Food Inc. Summary and Critique Film Review

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The condition in which meat is produced in the United States is appalling and makes me consider the choices I have made as a consumer. Some of the most disturbing aspects of the meat industry -- chicken and beef -- where the inhumane conditions that the animals bred for consumption were kept under. The scene that made me reconsider my meat choices was not any of the beef being slaughtered or meat being processed for hamburgers, but rather the scene in which a cow had a plug inserted into its side that allowed a person to look directly into it while it was still alive.

One of the most shocking aspects of Food, Inc. (2008) was the control that Monsanto has over farmers and veggie libel laws. It is appalling that Monsanto is more concerned with making a profit than the well being of the public and also the well being of the world as they have also disrupted food production on a global scale.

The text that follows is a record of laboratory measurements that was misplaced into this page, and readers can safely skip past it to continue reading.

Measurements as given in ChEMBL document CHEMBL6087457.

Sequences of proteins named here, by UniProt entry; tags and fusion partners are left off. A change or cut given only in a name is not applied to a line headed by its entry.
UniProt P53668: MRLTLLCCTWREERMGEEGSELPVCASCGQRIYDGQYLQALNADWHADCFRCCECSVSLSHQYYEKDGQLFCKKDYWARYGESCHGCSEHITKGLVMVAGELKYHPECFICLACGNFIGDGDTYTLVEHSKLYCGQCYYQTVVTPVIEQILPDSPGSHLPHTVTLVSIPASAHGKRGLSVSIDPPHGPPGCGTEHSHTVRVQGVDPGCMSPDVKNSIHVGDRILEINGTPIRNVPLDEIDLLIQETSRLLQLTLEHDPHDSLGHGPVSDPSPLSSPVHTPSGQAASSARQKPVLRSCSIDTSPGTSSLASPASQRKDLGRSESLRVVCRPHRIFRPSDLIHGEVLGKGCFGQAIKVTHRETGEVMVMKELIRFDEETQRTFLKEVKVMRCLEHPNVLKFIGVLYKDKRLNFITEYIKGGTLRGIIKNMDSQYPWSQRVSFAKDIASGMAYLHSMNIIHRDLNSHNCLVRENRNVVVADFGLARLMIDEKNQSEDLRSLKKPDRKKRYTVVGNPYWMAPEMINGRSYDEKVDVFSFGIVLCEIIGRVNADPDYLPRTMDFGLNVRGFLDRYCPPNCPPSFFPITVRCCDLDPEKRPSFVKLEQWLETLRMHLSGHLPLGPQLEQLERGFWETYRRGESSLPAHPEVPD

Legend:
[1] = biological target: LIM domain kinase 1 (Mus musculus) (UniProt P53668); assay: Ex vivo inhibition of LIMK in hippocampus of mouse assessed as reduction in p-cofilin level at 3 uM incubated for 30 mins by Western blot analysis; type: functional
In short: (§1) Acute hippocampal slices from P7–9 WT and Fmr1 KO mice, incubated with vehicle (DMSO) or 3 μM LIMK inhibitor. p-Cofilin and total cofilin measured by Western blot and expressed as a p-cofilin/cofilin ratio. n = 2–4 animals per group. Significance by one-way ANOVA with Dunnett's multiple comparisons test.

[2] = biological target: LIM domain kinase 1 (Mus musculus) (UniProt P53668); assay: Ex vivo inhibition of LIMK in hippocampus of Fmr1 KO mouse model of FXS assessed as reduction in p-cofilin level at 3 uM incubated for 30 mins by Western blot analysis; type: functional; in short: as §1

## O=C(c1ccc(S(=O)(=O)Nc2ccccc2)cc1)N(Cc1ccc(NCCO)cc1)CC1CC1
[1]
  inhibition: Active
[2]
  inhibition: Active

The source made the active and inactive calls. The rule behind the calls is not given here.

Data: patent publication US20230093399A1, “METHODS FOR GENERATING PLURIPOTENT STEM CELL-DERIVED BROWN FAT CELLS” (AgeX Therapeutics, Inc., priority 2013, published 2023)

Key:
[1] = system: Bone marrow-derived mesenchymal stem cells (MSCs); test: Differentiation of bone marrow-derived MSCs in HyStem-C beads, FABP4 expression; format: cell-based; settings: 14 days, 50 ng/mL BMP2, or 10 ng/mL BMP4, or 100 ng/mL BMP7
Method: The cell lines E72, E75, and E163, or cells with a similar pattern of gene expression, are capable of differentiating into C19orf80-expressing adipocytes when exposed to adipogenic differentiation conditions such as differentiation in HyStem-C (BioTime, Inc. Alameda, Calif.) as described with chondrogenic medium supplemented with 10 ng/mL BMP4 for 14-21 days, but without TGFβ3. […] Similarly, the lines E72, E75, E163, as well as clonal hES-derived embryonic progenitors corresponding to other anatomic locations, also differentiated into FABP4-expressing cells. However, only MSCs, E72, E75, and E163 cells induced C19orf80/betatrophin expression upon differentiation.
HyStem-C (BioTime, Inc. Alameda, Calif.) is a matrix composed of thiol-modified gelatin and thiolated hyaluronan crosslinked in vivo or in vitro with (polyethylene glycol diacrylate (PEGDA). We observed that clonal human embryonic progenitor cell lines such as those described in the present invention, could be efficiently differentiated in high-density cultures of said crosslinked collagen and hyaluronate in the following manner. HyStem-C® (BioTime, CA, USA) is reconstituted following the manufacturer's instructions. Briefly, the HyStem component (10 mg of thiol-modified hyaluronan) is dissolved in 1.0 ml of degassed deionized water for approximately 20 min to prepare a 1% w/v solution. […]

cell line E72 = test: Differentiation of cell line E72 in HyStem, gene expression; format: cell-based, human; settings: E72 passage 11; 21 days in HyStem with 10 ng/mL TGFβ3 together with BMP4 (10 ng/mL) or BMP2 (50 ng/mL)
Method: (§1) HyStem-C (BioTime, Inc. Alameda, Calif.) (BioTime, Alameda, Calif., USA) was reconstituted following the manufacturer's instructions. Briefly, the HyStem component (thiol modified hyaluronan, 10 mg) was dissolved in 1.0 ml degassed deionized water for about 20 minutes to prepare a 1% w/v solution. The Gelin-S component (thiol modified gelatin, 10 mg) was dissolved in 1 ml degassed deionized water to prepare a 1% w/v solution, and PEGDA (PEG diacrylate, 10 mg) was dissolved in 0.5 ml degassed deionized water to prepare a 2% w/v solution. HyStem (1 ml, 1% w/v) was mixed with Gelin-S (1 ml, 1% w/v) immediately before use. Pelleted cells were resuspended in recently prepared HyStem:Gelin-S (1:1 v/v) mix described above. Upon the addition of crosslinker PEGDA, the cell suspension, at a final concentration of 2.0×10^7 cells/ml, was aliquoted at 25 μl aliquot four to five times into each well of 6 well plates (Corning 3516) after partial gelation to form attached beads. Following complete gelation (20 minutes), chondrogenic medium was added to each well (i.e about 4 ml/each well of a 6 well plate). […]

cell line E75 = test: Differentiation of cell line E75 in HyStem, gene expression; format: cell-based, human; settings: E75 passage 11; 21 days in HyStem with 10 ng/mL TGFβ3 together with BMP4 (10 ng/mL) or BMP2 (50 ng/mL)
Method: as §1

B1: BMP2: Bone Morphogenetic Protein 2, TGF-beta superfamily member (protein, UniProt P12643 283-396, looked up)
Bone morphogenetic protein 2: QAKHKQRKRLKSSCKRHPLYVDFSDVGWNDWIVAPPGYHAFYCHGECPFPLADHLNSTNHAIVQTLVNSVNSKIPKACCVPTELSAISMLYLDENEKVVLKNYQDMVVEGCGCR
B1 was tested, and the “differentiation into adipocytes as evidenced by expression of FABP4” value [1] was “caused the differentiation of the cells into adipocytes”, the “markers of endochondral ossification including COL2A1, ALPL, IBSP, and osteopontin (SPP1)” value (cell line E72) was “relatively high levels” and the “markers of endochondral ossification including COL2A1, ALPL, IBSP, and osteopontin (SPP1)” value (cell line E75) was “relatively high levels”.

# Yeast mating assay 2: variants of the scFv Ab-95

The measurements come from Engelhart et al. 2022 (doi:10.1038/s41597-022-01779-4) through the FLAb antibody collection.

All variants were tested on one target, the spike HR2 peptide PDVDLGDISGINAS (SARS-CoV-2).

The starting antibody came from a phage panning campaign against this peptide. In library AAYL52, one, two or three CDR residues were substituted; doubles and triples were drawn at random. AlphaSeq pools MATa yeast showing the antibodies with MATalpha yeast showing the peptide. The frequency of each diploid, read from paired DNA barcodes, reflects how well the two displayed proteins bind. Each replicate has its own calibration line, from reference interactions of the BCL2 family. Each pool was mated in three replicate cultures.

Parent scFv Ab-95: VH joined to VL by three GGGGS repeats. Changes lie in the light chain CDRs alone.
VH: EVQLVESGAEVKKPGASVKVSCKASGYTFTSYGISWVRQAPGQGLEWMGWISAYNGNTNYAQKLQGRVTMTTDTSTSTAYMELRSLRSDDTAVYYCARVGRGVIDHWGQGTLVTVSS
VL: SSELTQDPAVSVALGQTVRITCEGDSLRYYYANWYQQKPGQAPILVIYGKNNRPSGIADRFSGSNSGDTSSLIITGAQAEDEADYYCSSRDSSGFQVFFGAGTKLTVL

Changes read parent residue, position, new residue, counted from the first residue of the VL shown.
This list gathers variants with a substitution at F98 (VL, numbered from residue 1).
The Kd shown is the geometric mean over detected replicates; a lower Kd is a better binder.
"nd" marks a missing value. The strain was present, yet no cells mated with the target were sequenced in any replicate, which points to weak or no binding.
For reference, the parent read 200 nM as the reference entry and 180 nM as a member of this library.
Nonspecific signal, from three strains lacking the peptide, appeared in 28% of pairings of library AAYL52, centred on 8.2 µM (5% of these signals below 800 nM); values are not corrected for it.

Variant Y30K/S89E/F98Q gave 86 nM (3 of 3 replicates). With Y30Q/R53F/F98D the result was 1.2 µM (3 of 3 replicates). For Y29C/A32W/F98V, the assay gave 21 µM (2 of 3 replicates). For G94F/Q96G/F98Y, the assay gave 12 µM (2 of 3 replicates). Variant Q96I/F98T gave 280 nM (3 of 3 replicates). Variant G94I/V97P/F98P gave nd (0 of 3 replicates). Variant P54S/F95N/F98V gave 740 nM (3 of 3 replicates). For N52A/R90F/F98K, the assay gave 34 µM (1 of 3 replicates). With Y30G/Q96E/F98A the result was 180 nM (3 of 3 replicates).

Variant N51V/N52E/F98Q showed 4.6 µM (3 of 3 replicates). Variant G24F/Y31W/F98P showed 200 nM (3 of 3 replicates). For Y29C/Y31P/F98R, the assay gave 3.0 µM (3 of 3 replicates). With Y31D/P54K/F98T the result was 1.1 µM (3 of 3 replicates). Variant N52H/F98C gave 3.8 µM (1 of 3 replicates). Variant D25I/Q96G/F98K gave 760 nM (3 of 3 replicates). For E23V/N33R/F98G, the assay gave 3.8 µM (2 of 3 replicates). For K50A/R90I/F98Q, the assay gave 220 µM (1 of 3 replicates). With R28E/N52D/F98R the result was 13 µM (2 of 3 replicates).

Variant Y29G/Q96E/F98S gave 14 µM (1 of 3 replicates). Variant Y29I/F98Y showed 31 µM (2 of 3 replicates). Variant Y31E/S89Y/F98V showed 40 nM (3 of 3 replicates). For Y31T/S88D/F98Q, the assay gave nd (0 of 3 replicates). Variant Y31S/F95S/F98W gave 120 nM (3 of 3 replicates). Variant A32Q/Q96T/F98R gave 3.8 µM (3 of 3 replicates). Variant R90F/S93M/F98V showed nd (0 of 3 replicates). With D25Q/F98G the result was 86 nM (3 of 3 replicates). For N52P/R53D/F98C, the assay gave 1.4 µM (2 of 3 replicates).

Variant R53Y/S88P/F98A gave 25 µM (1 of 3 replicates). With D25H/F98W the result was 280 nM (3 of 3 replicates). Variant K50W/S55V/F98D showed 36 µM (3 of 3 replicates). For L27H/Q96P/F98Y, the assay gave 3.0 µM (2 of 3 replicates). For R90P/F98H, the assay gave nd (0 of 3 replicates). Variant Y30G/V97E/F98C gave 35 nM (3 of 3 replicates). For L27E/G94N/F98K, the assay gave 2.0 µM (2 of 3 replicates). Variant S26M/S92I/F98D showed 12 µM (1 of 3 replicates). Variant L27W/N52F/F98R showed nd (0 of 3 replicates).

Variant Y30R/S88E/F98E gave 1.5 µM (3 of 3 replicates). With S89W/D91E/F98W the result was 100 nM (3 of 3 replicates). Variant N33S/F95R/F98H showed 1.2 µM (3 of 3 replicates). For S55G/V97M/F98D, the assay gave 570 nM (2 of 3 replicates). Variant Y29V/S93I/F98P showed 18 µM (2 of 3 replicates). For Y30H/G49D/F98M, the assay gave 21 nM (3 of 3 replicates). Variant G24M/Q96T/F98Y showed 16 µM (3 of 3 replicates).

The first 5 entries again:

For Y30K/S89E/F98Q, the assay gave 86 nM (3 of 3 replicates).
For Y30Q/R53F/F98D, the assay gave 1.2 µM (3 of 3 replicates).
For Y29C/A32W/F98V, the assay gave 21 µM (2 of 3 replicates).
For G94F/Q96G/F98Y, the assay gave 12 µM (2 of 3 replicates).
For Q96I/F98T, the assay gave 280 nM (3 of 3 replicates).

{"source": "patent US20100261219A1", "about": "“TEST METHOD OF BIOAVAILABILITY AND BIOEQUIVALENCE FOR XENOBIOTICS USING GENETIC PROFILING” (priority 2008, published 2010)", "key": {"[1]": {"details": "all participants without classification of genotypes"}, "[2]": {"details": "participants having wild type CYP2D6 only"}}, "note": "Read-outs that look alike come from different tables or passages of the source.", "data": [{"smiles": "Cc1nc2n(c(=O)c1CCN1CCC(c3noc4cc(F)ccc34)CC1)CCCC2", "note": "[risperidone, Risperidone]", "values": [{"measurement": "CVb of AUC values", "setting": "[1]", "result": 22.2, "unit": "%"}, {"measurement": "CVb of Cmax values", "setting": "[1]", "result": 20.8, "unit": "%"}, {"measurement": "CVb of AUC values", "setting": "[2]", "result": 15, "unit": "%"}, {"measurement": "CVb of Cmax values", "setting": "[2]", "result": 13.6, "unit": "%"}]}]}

Furthermore, it is appalling to see how Monsanto uses their power and coerces people into working for them or forces them out of business if they do not.

While Film, Inc. (2008) contends that change in the food industry is possible if consumers demand change and change their consumption habits, I think that farmers also need to unite to change the industry and not let themselves be pushed around by these big companies. If the relationship between companies like Monsanto and farmers does not change, I fear that there will be a revolution akin to what Marx advocated in the Communist Manifesto (1848). I believe that farmers should own and control the commodities they slave to produce for these major companies and for the public.


Food, Inc. (2008). Directed by Robert Kenner. United States: Magnolia Pictures, DVD.

Marx, K. (1848). The Communist Manifesto.….....

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